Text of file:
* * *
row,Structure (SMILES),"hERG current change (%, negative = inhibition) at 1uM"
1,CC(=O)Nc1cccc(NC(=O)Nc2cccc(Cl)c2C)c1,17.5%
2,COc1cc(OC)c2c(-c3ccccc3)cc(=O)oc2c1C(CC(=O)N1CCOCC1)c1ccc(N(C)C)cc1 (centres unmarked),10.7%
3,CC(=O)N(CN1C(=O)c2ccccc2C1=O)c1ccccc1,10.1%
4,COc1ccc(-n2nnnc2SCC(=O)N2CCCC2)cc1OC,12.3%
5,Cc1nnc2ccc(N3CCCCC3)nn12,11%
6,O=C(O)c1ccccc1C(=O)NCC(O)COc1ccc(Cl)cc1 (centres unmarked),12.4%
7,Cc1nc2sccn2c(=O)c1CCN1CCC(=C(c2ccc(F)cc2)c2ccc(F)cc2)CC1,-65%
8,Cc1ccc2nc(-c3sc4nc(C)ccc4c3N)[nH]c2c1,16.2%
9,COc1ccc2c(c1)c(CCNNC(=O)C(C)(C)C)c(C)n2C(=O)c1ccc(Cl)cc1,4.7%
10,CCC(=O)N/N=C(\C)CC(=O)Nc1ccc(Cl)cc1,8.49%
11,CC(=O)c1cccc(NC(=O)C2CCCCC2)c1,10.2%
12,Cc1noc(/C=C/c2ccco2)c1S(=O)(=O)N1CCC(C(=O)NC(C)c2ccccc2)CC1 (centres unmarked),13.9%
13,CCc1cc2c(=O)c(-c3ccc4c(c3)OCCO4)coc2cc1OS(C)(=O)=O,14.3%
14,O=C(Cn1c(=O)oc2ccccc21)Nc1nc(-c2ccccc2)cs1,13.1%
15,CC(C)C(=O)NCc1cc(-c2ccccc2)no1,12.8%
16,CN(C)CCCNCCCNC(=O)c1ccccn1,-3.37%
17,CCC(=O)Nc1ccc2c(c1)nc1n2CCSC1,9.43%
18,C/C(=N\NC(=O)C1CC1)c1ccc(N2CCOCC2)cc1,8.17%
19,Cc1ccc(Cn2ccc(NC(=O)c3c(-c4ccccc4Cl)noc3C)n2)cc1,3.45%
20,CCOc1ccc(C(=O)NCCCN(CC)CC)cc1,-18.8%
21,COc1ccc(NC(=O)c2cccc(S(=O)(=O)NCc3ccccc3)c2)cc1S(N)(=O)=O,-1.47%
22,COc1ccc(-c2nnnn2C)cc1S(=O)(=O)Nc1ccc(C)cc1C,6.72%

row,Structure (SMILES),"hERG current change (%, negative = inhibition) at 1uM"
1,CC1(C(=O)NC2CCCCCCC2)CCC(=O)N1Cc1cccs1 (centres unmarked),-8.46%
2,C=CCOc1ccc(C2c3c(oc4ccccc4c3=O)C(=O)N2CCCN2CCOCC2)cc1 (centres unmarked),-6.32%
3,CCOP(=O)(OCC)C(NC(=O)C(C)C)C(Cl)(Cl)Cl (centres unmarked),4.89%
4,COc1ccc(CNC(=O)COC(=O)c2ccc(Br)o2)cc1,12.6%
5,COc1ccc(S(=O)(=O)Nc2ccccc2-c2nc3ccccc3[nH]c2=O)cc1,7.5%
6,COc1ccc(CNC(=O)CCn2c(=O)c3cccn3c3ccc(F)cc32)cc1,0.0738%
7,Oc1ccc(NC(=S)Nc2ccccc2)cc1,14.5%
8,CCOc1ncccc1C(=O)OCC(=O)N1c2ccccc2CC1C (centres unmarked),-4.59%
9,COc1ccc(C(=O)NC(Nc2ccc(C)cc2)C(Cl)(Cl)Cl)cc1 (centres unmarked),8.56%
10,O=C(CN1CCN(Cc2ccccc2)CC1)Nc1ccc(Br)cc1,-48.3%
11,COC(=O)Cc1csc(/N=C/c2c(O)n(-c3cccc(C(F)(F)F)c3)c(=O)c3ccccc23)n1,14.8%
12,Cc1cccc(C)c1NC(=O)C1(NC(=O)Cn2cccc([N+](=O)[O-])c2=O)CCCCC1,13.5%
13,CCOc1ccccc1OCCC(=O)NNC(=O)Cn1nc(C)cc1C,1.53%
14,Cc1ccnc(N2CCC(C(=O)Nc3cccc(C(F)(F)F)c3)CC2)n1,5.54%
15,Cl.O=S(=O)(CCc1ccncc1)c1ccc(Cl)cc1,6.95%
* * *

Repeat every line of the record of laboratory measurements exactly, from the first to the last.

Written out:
row,Structure (SMILES),"hERG current change (%, negative = inhibition) at 1uM"
1,CC(=O)Nc1cccc(NC(=O)Nc2cccc(Cl)c2C)c1,17.5%
2,COc1cc(OC)c2c(-c3ccccc3)cc(=O)oc2c1C(CC(=O)N1CCOCC1)c1ccc(N(C)C)cc1 (centres unmarked),10.7%
3,CC(=O)N(CN1C(=O)c2ccccc2C1=O)c1ccccc1,10.1%
4,COc1ccc(-n2nnnc2SCC(=O)N2CCCC2)cc1OC,12.3%
5,Cc1nnc2ccc(N3CCCCC3)nn12,11%
6,O=C(O)c1ccccc1C(=O)NCC(O)COc1ccc(Cl)cc1 (centres unmarked),12.4%
7,Cc1nc2sccn2c(=O)c1CCN1CCC(=C(c2ccc(F)cc2)c2ccc(F)cc2)CC1,-65%
8,Cc1ccc2nc(-c3sc4nc(C)ccc4c3N)[nH]c2c1,16.2%
9,COc1ccc2c(c1)c(CCNNC(=O)C(C)(C)C)c(C)n2C(=O)c1ccc(Cl)cc1,4.7%
10,CCC(=O)N/N=C(\C)CC(=O)Nc1ccc(Cl)cc1,8.49%
11,CC(=O)c1cccc(NC(=O)C2CCCCC2)c1,10.2%
12,Cc1noc(/C=C/c2ccco2)c1S(=O)(=O)N1CCC(C(=O)NC(C)c2ccccc2)CC1 (centres unmarked),13.9%
13,CCc1cc2c(=O)c(-c3ccc4c(c3)OCCO4)coc2cc1OS(C)(=O)=O,14.3%
14,O=C(Cn1c(=O)oc2ccccc21)Nc1nc(-c2ccccc2)cs1,13.1%
15,CC(C)C(=O)NCc1cc(-c2ccccc2)no1,12.8%
16,CN(C)CCCNCCCNC(=O)c1ccccn1,-3.37%
17,CCC(=O)Nc1ccc2c(c1)nc1n2CCSC1,9.43%
18,C/C(=N\NC(=O)C1CC1)c1ccc(N2CCOCC2)cc1,8.17%
19,Cc1ccc(Cn2ccc(NC(=O)c3c(-c4ccccc4Cl)noc3C)n2)cc1,3.45%
20,CCOc1ccc(C(=O)NCCCN(CC)CC)cc1,-18.8%
21,COc1ccc(NC(=O)c2cccc(S(=O)(=O)NCc3ccccc3)c2)cc1S(N)(=O)=O,-1.47%
22,COc1ccc(-c2nnnn2C)cc1S(=O)(=O)Nc1ccc(C)cc1C,6.72%

row,Structure (SMILES),"hERG current change (%, negative = inhibition) at 1uM"
1,CC1(C(=O)NC2CCCCCCC2)CCC(=O)N1Cc1cccs1 (centres unmarked),-8.46%
2,C=CCOc1ccc(C2c3c(oc4ccccc4c3=O)C(=O)N2CCCN2CCOCC2)cc1 (centres unmarked),-6.32%
3,CCOP(=O)(OCC)C(NC(=O)C(C)C)C(Cl)(Cl)Cl (centres unmarked),4.89%
4,COc1ccc(CNC(=O)COC(=O)c2ccc(Br)o2)cc1,12.6%
5,COc1ccc(S(=O)(=O)Nc2ccccc2-c2nc3ccccc3[nH]c2=O)cc1,7.5%
6,COc1ccc(CNC(=O)CCn2c(=O)c3cccn3c3ccc(F)cc32)cc1,0.0738%
7,Oc1ccc(NC(=S)Nc2ccccc2)cc1,14.5%
8,CCOc1ncccc1C(=O)OCC(=O)N1c2ccccc2CC1C (centres unmarked),-4.59%
9,COc1ccc(C(=O)NC(Nc2ccc(C)cc2)C(Cl)(Cl)Cl)cc1 (centres unmarked),8.56%
10,O=C(CN1CCN(Cc2ccccc2)CC1)Nc1ccc(Br)cc1,-48.3%
11,COC(=O)Cc1csc(/N=C/c2c(O)n(-c3cccc(C(F)(F)F)c3)c(=O)c3ccccc23)n1,14.8%
12,Cc1cccc(C)c1NC(=O)C1(NC(=O)Cn2cccc([N+](=O)[O-])c2=O)CCCCC1,13.5%
13,CCOc1ccccc1OCCC(=O)NNC(=O)Cn1nc(C)cc1C,1.53%
14,Cc1ccnc(N2CCC(C(=O)Nc3cccc(C(F)(F)F)c3)CC2)n1,5.54%
15,Cl.O=S(=O)(CCc1ccncc1)c1ccc(Cl)cc1,6.95%